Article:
Protecting High School Athletes With Concussions and Head Injuries

i-aprotectinghighschoolWith several high school and collegiate athletes dying from head injuries sustained during football games this last year, concern over head injuries and concussions in athletes has become more prevalent around the country. Part of the renewed focus on athletic head injuries is a better understanding of the symptoms and ability to diagnose the condition.

Signs of a Concussion

It is often assumed that athletes suffer concussions when they lose consciousness or have difficulty remember or repeating things. However, according to doctors at the Mayo Clinic, most people who have a concussion do not lose consciousness or black out; some people will have a concussion and not even realize it. Symptoms of a concussion include:

  • Headache
  • Fatigue
  • Ringing in the ears
  • Vomiting
  • Nausea
  • Difficulty speaking

There are also symptoms that may not appear until well after the injury initially occurs, including irritability, difficulty sleeping and memory or concentration problems. Parents, friends and teammates should not only be aware of these symptoms, but also watch the athlete closely in the hours following a hard hit in a game.

Danger of Concussions in Young Athletes

According to a recent study by the Center for Injury Research and Policy at Nationwide Children’s Hospital in Columbus, Ohio, over 40 percent of high school athletes return to action prematurely after suffering a concussion. These statistics include 16 percent of football players who play the same day after losing consciousness.

According to a report in the Chicago Tribune, nearly 50 percent of concussions in high school football go unreported. Second Impact Syndrome (SIS) makes this statistic particularly troubling. SIS is a condition that reflects the compound effect of head injuries and can results in a serious permanent brain injury or even death. Younger, less developed brains are at a much higher risk of SIS according to the Ohio Children’s Hospital Study.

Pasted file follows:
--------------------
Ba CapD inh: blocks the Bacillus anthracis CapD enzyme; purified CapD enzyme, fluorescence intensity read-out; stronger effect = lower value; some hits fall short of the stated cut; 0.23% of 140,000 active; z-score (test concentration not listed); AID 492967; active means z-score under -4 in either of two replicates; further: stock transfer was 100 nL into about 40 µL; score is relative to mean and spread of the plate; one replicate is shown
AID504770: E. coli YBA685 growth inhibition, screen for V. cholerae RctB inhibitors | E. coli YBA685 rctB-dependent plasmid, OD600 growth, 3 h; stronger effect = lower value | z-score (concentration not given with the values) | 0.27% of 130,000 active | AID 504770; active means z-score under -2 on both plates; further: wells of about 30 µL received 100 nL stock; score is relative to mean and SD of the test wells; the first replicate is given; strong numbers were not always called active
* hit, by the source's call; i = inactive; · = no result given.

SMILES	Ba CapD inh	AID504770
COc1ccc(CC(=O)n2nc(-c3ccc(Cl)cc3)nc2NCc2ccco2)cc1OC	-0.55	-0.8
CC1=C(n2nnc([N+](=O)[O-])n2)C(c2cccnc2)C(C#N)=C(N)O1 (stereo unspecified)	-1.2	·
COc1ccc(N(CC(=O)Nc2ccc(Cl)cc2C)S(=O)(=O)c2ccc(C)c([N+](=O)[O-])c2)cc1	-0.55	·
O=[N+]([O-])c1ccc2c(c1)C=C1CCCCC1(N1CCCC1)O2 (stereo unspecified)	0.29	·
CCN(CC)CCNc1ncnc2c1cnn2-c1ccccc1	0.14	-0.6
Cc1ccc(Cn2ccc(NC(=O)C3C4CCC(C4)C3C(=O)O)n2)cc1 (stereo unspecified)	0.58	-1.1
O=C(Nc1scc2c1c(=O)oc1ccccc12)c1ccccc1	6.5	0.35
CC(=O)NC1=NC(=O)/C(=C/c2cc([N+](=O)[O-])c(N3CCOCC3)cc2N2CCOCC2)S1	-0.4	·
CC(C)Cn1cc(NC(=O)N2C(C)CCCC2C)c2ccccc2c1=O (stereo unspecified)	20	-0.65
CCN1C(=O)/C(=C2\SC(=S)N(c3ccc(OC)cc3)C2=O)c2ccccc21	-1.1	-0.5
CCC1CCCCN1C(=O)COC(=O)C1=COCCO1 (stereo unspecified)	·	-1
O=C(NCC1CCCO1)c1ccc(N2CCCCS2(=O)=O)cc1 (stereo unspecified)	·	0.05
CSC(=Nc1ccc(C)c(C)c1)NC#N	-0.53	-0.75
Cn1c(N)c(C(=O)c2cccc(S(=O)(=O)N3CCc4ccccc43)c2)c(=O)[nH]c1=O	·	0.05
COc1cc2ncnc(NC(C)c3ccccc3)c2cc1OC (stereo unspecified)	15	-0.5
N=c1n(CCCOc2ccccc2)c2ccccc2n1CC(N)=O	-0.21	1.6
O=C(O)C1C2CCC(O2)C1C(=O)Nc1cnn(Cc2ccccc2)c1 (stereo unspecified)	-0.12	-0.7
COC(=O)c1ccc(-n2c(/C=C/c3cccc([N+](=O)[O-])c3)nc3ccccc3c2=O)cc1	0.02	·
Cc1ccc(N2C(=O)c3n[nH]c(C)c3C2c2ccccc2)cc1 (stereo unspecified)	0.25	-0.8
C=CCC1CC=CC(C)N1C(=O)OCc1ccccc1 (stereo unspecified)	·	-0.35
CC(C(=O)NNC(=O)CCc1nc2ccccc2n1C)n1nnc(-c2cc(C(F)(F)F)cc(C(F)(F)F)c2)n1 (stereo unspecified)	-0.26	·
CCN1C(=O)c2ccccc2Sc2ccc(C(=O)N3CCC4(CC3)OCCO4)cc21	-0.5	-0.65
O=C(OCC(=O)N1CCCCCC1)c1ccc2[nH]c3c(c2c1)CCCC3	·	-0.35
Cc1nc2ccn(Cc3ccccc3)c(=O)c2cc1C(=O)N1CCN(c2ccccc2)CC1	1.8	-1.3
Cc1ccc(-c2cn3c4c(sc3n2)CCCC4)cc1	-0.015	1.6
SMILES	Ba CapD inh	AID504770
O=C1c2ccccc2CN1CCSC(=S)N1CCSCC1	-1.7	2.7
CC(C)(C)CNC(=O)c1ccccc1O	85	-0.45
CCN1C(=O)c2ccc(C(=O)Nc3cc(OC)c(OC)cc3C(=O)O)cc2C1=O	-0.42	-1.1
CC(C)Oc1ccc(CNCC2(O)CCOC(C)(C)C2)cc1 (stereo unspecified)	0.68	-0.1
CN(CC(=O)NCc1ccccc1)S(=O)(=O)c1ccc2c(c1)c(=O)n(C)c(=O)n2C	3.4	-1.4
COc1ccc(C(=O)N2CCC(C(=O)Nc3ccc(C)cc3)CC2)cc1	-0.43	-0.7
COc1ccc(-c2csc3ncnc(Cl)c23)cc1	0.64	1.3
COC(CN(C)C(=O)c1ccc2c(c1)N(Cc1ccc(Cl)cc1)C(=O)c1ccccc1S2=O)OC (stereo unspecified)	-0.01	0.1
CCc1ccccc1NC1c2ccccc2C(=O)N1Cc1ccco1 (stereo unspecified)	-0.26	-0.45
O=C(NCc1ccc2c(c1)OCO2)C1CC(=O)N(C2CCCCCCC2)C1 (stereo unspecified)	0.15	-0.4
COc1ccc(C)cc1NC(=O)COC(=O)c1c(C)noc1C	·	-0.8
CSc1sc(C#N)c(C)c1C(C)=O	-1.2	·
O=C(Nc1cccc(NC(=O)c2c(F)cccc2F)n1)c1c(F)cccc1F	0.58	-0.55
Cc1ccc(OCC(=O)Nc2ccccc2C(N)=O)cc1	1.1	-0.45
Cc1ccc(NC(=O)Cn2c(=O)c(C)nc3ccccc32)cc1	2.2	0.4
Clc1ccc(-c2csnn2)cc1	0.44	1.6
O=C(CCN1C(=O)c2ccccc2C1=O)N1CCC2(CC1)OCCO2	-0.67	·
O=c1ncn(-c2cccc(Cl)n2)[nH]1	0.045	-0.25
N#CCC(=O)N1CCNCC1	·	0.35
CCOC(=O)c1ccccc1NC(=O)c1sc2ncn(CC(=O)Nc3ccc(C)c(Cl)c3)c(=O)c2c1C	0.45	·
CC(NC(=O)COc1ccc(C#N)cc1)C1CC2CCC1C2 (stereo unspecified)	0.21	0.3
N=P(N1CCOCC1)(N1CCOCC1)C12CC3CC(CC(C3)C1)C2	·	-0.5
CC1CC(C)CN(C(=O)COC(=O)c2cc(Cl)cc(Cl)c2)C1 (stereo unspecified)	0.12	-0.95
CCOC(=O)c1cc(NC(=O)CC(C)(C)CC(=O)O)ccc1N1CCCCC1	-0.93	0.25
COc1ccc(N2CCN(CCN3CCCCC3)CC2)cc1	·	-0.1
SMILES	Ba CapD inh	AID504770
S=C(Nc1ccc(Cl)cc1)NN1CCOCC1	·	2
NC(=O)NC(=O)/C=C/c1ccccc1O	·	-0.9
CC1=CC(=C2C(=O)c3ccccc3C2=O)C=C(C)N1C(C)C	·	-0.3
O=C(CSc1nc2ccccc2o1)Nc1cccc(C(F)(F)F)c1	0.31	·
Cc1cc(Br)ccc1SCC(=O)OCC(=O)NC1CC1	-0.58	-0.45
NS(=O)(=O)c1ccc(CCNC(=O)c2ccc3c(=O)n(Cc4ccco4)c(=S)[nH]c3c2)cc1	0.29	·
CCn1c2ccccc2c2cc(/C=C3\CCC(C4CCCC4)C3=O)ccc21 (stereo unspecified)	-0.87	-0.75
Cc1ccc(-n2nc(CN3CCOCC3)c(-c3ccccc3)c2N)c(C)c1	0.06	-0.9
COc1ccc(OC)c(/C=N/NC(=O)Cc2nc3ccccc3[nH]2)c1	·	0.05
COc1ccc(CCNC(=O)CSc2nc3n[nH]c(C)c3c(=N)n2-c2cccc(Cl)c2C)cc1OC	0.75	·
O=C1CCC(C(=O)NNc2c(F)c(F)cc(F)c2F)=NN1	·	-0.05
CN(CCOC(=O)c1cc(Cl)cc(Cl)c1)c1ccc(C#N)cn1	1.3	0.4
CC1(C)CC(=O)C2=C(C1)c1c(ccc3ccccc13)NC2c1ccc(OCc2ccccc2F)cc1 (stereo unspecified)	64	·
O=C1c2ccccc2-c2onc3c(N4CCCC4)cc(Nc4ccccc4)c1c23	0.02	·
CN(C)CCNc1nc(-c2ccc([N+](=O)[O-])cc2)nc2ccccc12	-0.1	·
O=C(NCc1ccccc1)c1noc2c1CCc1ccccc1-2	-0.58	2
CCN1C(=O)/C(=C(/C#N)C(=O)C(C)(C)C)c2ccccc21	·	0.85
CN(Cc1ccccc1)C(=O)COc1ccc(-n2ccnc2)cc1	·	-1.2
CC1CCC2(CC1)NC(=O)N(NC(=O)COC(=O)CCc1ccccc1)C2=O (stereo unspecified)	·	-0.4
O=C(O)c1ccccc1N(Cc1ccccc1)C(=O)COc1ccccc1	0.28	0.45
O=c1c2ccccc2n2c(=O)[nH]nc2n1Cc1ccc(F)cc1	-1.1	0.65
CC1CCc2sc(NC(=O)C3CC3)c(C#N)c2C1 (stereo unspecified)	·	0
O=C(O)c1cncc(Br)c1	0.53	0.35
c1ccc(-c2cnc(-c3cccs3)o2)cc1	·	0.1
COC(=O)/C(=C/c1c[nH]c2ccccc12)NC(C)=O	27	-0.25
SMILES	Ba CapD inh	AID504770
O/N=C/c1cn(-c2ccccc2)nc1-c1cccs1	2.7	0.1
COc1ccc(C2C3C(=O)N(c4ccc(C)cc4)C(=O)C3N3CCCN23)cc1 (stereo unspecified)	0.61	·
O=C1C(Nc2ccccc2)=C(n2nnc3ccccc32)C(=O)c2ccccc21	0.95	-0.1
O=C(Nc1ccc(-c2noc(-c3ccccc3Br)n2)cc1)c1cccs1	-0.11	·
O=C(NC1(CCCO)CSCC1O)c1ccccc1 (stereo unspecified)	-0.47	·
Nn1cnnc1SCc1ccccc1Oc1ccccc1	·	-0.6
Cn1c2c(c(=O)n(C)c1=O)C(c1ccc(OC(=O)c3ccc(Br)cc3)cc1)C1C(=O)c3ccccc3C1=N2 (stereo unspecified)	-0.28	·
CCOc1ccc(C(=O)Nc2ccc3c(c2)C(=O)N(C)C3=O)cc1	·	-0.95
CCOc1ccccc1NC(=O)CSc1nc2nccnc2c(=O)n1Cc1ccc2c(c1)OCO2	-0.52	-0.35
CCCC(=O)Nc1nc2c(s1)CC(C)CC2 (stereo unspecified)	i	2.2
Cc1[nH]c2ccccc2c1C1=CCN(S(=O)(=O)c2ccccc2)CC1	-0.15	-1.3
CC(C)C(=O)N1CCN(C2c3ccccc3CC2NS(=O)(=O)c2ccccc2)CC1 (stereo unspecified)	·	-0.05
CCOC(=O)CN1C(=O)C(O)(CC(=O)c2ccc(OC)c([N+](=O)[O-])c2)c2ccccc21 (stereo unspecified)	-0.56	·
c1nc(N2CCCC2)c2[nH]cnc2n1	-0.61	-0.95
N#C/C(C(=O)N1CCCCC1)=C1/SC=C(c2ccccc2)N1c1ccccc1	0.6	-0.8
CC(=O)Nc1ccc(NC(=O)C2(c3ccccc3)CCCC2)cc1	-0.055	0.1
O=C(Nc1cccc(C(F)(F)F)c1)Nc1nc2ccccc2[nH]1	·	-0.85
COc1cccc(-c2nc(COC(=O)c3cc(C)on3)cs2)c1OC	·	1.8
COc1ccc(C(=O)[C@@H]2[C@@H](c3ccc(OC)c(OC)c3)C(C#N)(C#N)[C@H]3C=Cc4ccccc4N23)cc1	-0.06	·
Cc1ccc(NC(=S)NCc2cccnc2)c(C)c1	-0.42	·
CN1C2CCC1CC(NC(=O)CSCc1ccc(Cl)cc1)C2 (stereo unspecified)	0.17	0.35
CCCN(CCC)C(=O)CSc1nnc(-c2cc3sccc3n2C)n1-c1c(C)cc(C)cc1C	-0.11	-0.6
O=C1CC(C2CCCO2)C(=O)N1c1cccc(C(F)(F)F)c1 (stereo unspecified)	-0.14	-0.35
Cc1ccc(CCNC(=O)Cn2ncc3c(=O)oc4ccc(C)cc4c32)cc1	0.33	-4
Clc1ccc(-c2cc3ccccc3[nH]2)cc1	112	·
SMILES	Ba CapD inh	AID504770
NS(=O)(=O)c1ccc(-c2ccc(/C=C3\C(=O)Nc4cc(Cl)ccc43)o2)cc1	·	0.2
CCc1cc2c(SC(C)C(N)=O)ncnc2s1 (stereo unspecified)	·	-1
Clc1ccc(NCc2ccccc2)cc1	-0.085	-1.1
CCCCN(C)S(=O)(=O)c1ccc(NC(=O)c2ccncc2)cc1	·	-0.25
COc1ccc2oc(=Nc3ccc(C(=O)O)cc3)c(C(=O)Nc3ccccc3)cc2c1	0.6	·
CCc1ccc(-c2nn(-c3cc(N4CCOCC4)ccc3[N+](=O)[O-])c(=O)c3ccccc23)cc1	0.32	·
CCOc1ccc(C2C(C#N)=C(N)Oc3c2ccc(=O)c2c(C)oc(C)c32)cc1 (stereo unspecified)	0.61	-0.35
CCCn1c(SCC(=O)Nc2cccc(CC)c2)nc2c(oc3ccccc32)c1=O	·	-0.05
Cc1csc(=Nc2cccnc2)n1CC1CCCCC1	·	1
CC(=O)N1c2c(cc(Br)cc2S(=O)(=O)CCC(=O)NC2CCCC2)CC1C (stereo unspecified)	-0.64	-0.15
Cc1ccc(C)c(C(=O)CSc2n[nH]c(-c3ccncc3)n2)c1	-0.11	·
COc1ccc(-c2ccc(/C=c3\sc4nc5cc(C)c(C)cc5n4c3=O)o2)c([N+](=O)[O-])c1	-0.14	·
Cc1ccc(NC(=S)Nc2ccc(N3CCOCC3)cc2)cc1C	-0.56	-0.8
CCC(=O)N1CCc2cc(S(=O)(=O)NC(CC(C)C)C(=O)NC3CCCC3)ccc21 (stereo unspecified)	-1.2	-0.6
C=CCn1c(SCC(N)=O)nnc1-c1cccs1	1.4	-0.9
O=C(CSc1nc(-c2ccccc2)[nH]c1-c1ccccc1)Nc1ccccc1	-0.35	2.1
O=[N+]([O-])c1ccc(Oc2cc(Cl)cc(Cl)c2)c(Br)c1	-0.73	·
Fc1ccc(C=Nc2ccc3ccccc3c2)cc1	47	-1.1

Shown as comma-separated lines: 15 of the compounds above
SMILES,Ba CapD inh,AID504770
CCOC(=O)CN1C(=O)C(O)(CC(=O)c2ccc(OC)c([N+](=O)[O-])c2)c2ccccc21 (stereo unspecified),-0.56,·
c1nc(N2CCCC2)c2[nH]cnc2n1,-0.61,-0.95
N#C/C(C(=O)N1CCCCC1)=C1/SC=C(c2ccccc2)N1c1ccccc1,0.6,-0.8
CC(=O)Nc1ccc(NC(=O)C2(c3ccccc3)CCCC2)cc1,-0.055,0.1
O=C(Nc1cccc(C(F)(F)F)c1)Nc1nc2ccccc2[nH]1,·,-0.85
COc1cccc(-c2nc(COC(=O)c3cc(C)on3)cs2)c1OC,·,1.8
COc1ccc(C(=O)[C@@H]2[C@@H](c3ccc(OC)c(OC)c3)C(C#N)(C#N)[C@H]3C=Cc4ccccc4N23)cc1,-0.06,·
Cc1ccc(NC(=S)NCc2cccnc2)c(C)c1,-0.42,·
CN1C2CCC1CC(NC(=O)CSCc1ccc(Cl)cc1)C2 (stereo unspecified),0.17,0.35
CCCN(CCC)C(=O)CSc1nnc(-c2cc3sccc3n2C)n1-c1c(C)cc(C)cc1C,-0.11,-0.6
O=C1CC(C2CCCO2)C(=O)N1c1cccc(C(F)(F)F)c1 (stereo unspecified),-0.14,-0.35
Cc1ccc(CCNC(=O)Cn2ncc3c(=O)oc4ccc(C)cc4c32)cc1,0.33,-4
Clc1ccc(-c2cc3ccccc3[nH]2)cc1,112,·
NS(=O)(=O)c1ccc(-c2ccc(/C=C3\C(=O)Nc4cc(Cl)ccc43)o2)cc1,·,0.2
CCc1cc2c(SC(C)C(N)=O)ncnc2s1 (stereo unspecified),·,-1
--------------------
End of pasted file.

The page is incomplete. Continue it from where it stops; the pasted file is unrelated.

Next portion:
New Rule on Head Injuries for Illinois High Schools

In an effort to alleviate pressure on high school athletes to return to games following a hard hit, the Illinois High School Association has adopted a new rule concerning concussions which will be effective this year. The rule states that if an official, coach or trainer suspects that a player has suffered a concussion, that player can be removed from the game. The player can only return if cleared by a medical professional. This rule applies to all sports and players.

Athletic Trainers: Duties Owed to Their Student Athletes

When a young athlete receives a head injury in a game, the first person they generally come in to contact with is the school’s athletic trainer. The primary responsibility of the trainer is to properly diagnose the condition, inform the student and parents of the assessment and any potential risks. When a trainer fails to properly diagnose a condition and an injury is caused by that act, the trainer may be held liable for those injuries.

Whenever young athletes are engaged in sports, it is important for their parents, friends, trainers and teammates to be able to recognize the signs of a concussion and be aware that even seemingly small bumps on the head can have lasting effects.